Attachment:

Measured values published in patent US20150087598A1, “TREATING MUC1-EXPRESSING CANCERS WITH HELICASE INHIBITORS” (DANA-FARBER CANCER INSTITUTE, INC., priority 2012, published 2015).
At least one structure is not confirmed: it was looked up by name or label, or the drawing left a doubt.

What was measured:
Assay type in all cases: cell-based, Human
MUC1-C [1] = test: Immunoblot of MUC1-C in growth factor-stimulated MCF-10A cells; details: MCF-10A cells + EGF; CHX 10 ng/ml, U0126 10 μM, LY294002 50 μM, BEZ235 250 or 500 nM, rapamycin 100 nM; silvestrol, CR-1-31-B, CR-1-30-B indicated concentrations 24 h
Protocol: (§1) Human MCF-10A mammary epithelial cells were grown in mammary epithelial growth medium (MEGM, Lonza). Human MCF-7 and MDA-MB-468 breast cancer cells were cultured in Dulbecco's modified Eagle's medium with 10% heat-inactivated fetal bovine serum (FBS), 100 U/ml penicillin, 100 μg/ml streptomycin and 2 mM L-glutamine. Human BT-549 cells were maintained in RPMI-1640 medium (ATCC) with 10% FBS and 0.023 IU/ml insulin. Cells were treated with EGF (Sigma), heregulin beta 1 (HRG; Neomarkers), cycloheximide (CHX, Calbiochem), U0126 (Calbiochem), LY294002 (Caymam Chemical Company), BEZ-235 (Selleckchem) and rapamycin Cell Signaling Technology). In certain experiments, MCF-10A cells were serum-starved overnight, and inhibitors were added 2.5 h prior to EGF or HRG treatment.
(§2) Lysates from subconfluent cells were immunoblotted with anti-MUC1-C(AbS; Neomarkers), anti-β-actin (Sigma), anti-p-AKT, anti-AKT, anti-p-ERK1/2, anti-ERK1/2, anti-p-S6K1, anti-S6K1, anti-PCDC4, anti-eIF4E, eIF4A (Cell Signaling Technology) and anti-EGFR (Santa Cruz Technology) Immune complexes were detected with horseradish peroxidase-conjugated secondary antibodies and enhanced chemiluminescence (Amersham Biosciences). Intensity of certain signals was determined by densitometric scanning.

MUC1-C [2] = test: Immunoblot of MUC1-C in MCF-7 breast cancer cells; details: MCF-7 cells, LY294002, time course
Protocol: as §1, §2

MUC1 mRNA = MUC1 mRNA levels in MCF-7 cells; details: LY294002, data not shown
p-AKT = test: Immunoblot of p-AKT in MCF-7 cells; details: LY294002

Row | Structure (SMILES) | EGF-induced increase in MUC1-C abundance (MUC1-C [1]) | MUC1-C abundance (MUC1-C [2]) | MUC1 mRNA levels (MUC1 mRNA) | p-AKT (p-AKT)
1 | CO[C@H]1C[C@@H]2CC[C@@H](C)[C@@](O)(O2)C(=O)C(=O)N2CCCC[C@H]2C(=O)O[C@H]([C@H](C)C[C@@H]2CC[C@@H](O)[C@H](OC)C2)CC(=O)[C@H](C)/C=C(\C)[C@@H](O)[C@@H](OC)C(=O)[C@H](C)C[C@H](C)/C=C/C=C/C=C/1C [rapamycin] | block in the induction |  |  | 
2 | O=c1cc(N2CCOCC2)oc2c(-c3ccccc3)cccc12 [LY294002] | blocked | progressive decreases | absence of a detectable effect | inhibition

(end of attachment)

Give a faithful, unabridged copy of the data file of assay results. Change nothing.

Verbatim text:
Measured values published in patent US20150087598A1, “TREATING MUC1-EXPRESSING CANCERS WITH HELICASE INHIBITORS” (DANA-FARBER CANCER INSTITUTE, INC., priority 2012, published 2015).
At least one structure is not confirmed: it was looked up by name or label, or the drawing left a doubt.

What was measured:
Assay type in all cases: cell-based, Human
MUC1-C [1] = test: Immunoblot of MUC1-C in growth factor-stimulated MCF-10A cells; details: MCF-10A cells + EGF; CHX 10 ng/ml, U0126 10 μM, LY294002 50 μM, BEZ235 250 or 500 nM, rapamycin 100 nM; silvestrol, CR-1-31-B, CR-1-30-B indicated concentrations 24 h
Protocol: (§1) Human MCF-10A mammary epithelial cells were grown in mammary epithelial growth medium (MEGM, Lonza). Human MCF-7 and MDA-MB-468 breast cancer cells were cultured in Dulbecco's modified Eagle's medium with 10% heat-inactivated fetal bovine serum (FBS), 100 U/ml penicillin, 100 μg/ml streptomycin and 2 mM L-glutamine. Human BT-549 cells were maintained in RPMI-1640 medium (ATCC) with 10% FBS and 0.023 IU/ml insulin. Cells were treated with EGF (Sigma), heregulin beta 1 (HRG; Neomarkers), cycloheximide (CHX, Calbiochem), U0126 (Calbiochem), LY294002 (Caymam Chemical Company), BEZ-235 (Selleckchem) and rapamycin Cell Signaling Technology). In certain experiments, MCF-10A cells were serum-starved overnight, and inhibitors were added 2.5 h prior to EGF or HRG treatment.
(§2) Lysates from subconfluent cells were immunoblotted with anti-MUC1-C(AbS; Neomarkers), anti-β-actin (Sigma), anti-p-AKT, anti-AKT, anti-p-ERK1/2, anti-ERK1/2, anti-p-S6K1, anti-S6K1, anti-PCDC4, anti-eIF4E, eIF4A (Cell Signaling Technology) and anti-EGFR (Santa Cruz Technology) Immune complexes were detected with horseradish peroxidase-conjugated secondary antibodies and enhanced chemiluminescence (Amersham Biosciences). Intensity of certain signals was determined by densitometric scanning.

MUC1-C [2] = test: Immunoblot of MUC1-C in MCF-7 breast cancer cells; details: MCF-7 cells, LY294002, time course
Protocol: as §1, §2

MUC1 mRNA = MUC1 mRNA levels in MCF-7 cells; details: LY294002, data not shown
p-AKT = test: Immunoblot of p-AKT in MCF-7 cells; details: LY294002

Row | Structure (SMILES) | EGF-induced increase in MUC1-C abundance (MUC1-C [1]) | MUC1-C abundance (MUC1-C [2]) | MUC1 mRNA levels (MUC1 mRNA) | p-AKT (p-AKT)
1 | CO[C@H]1C[C@@H]2CC[C@@H](C)[C@@](O)(O2)C(=O)C(=O)N2CCCC[C@H]2C(=O)O[C@H]([C@H](C)C[C@@H]2CC[C@@H](O)[C@H](OC)C2)CC(=O)[C@H](C)/C=C(\C)[C@@H](O)[C@@H](OC)C(=O)[C@H](C)C[C@H](C)/C=C/C=C/C=C/1C [rapamycin] | block in the induction |  |  | 
2 | O=c1cc(N2CCOCC2)oc2c(-c3ccccc3)cccc12 [LY294002] | blocked | progressive decreases | absence of a detectable effect | inhibition